Nishita Patel, MD; Joshua Carlson, MD, MPH; and José Bustillo, DO
Department of Internal Medicine, Newark Beth Israel Medical Center, Newark, New Jersey
Patel N, Carlson J, Bustillo J. Scrofula. Consultant. 2019;59(11):351-352.
A 37-year-old woman with no related medical history presented to the clinic with right-sided neck swelling. She reported having had swelling in the area for approximately 6 years, but she had recently noted an increase in size and associated symptoms of eye pain, pain radiating from the area, and dysphagia.
The patient denied sick contacts, changes in diet or lifestyle, chest pain, shortness of breath, abdominal pain, weight loss, joint pain, fevers, and chills. Of note, she initially had presented to an emergency department with a similar presentation. At that time, she had received a diagnosis of a neck mass of unspecified etiology, prescribed naproxen, and directed to make a follow up visit with her women’s health provider.
Physical examination revealed thyromegaly and multiple palpable, nontender lymph nodes on the right lateral cervical region. Cardiopulmonary and abdominal examination findings were benign.
Neck ultrasonography was performed, which showed a 0.9 × 0.7-cm nodule in right thyroid lobe, Thyroid Imaging Reporting and Data System (TI-RADS) category 4, with right cervical lymphadenopathy. Thyrotropin and thyroxine levels were within normal limits. The erythrocyte sedimentation rate was elevated at 67 mm/h, and results of an HIV test were negative. Results of QuantiFERON-TB Gold test were positive for Mycobacterium tuberculosis infection.
Subsequently, computed tomography (CT) scans of the neck and chest were performed, which showed right cervical lymphadenopathy with central necrosis at multiple sites and adenopathy in the bilateral hilar regions, mediastinum, and upper abdomen (Figure 1).
Figure 1. CT image showing multiple enlarged lymph nodes with central necrosis in the right cervical region.
The differential diagnosis included sarcoidosis, lymphoma, and tuberculous (TB) lymphadenitis. The patient underwent a right cervical lymph node excisional biopsy, the results of which showed necrotizing granulomatous lymphadenitis with positive acid-fast bacilli (AFB) stain, suggestive of M tuberculosis (Figure 2).
Figure 2. Necrotizing granuloma with lymphocytosis seen within the lymph node biopsy.
She was subsequently started on rifampin, isoniazid, pyrazinamide, and ethambutol (RIPE) therapy. Lymph node biopsy cultures were negative for M tuberculosis at 6 weeks despite positive AFB results on the initial biopsy.
Discussion. Cervical TB lymphadenitis is the most common presenting form of TB lymphadenopathy in countries with a low prevalence of TB.1 When it involves cervical lymph nodes, it is known as scrofula. It also can involve axillary, mesenteric, mediastinal, hepatic, portal, perihepatic, and inguinal lymph nodes.2 In 2018, 9029 new cases of TB were reported in the United States.3 Past studies have estimated that 18% of cases present as extrapulmonary TB, with 30% to 40% of cases being lymphatic.4,5
Cervical TB lymphadenitis can be an elusive diagnosis, as in our patient’s case, which necessitates considering other etiologies such as nontuberculous mycobacteria, toxoplasmosis, tularemia, fungal diseases, Bartonella henselae infection, sarcoidosis, and neoplasms.1 This patient’s case featured clinical and radiologic findings suggestive of TB lymphadenitis, including lymph nodes with central areas of necrosis on CT imaging, but cultures were negative for an organism at 6 weeks. Studies have shown that the diagnostic yield of mycobacterium cultures can be low and have a large range, from 10% to 69%, but negative results should not exclude the diagnosis of cervical TB lymphadenitis.1,6 Our patient was also a relatively young woman, fitting the demographic for TB lymphadenitis shown in previous studies.6,7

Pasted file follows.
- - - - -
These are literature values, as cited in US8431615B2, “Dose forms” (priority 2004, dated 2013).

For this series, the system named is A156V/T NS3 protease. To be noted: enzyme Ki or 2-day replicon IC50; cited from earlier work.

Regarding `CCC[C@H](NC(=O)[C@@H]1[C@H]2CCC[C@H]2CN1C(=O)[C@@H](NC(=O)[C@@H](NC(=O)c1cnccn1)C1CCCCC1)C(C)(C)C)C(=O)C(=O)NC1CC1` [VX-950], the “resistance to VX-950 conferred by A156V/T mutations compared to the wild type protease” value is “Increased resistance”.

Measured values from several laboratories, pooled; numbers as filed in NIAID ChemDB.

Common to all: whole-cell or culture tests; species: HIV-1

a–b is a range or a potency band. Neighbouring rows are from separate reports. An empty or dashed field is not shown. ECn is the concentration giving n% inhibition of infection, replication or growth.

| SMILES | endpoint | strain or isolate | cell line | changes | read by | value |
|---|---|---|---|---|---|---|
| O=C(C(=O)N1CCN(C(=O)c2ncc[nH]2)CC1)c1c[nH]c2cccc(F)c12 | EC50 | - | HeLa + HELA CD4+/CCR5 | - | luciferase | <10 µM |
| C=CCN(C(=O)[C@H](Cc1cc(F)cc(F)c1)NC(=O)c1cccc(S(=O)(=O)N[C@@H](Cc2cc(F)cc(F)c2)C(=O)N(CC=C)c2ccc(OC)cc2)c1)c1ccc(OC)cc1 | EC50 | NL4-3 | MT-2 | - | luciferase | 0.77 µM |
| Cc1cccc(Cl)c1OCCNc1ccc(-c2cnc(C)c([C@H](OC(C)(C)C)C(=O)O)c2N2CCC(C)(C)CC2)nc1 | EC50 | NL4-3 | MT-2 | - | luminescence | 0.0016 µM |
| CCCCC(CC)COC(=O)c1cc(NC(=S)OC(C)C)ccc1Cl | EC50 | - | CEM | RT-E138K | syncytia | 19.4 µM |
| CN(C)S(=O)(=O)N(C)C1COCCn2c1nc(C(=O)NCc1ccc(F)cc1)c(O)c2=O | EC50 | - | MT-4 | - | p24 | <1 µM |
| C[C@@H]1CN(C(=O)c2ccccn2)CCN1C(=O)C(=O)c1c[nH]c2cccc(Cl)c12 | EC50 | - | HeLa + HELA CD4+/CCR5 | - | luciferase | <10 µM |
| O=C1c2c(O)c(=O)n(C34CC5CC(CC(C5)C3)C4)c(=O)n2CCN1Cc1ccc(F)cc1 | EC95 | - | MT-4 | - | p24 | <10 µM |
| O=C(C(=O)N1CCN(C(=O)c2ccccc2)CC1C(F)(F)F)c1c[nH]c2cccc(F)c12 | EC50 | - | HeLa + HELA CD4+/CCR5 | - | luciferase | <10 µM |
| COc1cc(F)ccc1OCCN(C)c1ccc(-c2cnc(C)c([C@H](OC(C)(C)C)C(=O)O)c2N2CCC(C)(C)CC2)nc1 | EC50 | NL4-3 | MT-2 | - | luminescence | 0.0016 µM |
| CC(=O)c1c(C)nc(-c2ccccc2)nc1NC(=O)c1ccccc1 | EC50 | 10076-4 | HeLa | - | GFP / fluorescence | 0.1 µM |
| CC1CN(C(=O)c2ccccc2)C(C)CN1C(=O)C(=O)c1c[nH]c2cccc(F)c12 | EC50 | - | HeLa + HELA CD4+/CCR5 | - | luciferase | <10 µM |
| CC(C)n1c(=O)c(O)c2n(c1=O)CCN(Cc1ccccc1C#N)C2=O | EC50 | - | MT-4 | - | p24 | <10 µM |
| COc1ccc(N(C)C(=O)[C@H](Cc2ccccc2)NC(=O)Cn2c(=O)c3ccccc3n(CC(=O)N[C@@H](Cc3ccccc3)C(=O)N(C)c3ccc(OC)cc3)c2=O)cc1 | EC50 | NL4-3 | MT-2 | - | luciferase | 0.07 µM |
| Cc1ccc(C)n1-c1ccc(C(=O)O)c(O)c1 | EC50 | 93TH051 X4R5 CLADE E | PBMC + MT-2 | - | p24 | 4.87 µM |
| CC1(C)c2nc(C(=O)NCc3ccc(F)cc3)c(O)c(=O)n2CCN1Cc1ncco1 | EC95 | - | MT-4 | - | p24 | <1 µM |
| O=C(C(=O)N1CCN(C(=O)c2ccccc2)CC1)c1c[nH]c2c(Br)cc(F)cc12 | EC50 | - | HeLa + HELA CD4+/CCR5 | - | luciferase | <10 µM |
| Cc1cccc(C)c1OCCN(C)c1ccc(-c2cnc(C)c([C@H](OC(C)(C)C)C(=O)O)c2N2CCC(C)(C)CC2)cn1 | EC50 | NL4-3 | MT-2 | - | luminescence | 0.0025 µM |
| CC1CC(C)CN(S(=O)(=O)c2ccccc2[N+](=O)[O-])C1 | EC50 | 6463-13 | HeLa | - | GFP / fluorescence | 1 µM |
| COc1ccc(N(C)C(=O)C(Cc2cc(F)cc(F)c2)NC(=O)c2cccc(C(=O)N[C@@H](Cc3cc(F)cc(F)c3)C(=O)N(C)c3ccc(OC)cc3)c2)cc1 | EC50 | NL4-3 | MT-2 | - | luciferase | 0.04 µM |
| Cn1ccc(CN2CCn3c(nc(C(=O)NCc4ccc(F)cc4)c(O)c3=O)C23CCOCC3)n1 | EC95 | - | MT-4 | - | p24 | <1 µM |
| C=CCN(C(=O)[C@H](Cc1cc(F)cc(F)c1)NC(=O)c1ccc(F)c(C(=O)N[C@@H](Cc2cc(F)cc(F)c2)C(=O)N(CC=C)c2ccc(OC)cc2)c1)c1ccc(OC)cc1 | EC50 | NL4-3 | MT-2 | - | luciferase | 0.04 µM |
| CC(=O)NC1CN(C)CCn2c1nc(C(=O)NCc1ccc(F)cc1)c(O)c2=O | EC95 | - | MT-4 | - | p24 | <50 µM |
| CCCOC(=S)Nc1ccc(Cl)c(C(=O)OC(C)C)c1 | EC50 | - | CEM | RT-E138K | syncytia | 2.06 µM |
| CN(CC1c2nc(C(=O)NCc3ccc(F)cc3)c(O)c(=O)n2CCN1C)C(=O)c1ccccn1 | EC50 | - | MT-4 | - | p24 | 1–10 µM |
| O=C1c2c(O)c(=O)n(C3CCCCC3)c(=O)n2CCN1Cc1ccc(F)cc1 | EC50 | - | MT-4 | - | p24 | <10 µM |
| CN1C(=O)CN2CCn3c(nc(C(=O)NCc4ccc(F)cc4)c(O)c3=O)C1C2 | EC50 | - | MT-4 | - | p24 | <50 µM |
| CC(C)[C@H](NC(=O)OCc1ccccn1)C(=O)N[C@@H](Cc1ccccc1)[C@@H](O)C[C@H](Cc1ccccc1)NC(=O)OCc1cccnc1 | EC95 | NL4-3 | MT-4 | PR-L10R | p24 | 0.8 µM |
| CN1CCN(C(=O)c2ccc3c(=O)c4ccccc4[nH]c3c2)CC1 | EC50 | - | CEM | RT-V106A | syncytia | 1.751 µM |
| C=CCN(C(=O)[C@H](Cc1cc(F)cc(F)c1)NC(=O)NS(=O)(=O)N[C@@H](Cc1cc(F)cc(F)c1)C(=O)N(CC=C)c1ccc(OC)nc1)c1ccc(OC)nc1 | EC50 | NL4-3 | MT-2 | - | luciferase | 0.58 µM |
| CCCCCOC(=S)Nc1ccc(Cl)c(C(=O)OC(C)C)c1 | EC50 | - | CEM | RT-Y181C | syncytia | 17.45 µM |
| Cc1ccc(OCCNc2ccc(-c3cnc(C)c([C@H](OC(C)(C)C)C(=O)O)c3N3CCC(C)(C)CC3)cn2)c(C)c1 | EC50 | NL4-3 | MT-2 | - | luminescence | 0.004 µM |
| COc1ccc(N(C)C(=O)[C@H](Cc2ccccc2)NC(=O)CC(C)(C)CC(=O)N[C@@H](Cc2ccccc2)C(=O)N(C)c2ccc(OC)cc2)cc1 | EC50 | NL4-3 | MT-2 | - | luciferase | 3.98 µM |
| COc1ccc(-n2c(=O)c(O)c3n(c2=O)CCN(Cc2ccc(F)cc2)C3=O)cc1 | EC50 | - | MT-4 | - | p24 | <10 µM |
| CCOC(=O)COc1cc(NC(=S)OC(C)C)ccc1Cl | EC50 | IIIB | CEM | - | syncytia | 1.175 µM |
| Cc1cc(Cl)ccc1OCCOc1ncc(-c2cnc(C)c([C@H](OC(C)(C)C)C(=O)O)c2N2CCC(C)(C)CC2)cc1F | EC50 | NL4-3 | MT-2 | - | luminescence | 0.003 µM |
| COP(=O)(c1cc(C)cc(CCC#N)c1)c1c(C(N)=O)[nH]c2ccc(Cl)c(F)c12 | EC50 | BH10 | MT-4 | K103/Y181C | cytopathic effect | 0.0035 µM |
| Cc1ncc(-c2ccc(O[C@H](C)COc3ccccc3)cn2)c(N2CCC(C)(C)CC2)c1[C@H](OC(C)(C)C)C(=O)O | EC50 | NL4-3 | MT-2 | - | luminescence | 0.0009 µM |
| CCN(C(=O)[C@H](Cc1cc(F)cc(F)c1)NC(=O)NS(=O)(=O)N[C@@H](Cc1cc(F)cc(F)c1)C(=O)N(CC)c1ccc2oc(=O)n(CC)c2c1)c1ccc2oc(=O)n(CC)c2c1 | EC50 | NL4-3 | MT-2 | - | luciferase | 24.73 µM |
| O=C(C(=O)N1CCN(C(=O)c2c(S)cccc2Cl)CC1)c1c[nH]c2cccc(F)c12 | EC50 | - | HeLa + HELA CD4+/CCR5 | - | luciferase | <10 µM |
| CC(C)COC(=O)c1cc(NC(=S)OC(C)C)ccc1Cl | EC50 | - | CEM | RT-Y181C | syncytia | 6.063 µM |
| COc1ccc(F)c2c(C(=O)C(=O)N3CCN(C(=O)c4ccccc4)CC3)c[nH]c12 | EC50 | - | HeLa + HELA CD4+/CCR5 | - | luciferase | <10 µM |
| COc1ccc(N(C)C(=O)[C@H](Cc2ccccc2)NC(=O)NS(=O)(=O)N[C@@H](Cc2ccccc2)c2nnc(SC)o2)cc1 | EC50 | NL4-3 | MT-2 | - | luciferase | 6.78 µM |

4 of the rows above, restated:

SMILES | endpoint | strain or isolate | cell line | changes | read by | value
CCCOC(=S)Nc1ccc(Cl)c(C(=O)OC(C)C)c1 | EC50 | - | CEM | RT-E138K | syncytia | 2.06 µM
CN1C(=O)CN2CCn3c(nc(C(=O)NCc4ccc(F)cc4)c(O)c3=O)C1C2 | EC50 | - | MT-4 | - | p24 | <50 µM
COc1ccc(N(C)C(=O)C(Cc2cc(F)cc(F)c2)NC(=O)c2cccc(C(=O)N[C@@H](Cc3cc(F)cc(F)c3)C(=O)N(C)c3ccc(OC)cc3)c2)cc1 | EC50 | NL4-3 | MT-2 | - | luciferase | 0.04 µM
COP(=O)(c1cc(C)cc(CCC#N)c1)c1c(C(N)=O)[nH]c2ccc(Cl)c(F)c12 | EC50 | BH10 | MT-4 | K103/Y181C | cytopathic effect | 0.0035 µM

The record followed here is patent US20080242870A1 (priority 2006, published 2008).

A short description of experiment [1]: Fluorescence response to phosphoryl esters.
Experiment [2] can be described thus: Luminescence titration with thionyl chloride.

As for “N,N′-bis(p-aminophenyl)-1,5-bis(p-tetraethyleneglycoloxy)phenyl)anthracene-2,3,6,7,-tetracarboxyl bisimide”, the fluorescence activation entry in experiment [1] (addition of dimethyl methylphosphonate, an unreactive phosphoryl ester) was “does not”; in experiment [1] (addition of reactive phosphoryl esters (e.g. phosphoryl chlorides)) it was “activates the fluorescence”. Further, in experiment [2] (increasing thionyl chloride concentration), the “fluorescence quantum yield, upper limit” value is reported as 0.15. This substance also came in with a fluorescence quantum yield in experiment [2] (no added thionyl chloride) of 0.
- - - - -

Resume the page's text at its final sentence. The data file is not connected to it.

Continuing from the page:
No polymerase chain reaction testing was performed on this patient, but it may have identified the etiology. In this scenario, the patient could have had a tuberculous or nontuberculous mycobacterium infection. Despite negative cultures, symptoms and imaging findings pointed toward TB lymphadenitis, and the patient was treated with RIPE therapy.
Cervical TB lymphadenitis remains an elusive diagnosis, so a high index of suspicion should prompt a complete physical examination; radiological evaluation and biopsy should be considered as in our patient’s case.
We thank Xinlai Sun, MD, from the Department of Pathology, Immunology, and Laboratory Medicine at the New Jersey Medical School, Rutgers University, for supplying the pathology images and for confirmation of AFB-positive bacteria in the tissue biopsy. We also thank the Department of Radiology at Newark Beth Israel Medical Center for the CT images.
- Deveci HS, Kule M, Kule ZA, Habesoglu TE. Diagnostic challenges in cervical tuberculous lymphadenitis: a review. North Clin Istanb. 2016;3(2):150-155.
- Nagalakshmi V, Nagabhushana D, Aara A. Primary tuberculous lymphadenitis: a case report. Clin Cosmet Investig Dent. 2010;2:21-25.
- Talwar A, Tsang CA, Price SF, et al. Tuberculosis—United States, 2018. MMWR Morb Mortal Wkly Rep. 2019;68(11):257-262.
- Reported tuberculosis in the United States, 2017. Centers for Disease Control and Prevention. https://www.cdc.gov/tb/statistics/reports/2017/default.htm. Accessed August 12, 2019.
- Peto HM, Pratt RH, Harrington TA, LoBue PA, Armstrong LR. Epidemiology of extrapulmonary tuberculosis in the United States, 1993–2006. Clin Infect Dis. 2009;49(9):1350-1357.
- Salvador F, Los-Arcos I, Sánchez-Montalvá A, et al. Epidemiology and diagnosis of tuberculous lymphadenitis in a tuberculosis low-burden country. Medicine (Baltimore). 2015;94(4):e509.
- Khandkar C, Harrington Z, Jelfs PJ, Sintchenko V, Dobler CC. Epidemiology of peripheral lymph node tuberculosis and genotyping of M. tuberculosis strains: a case-control study. PLoS One. 2015;10(7):e0132400.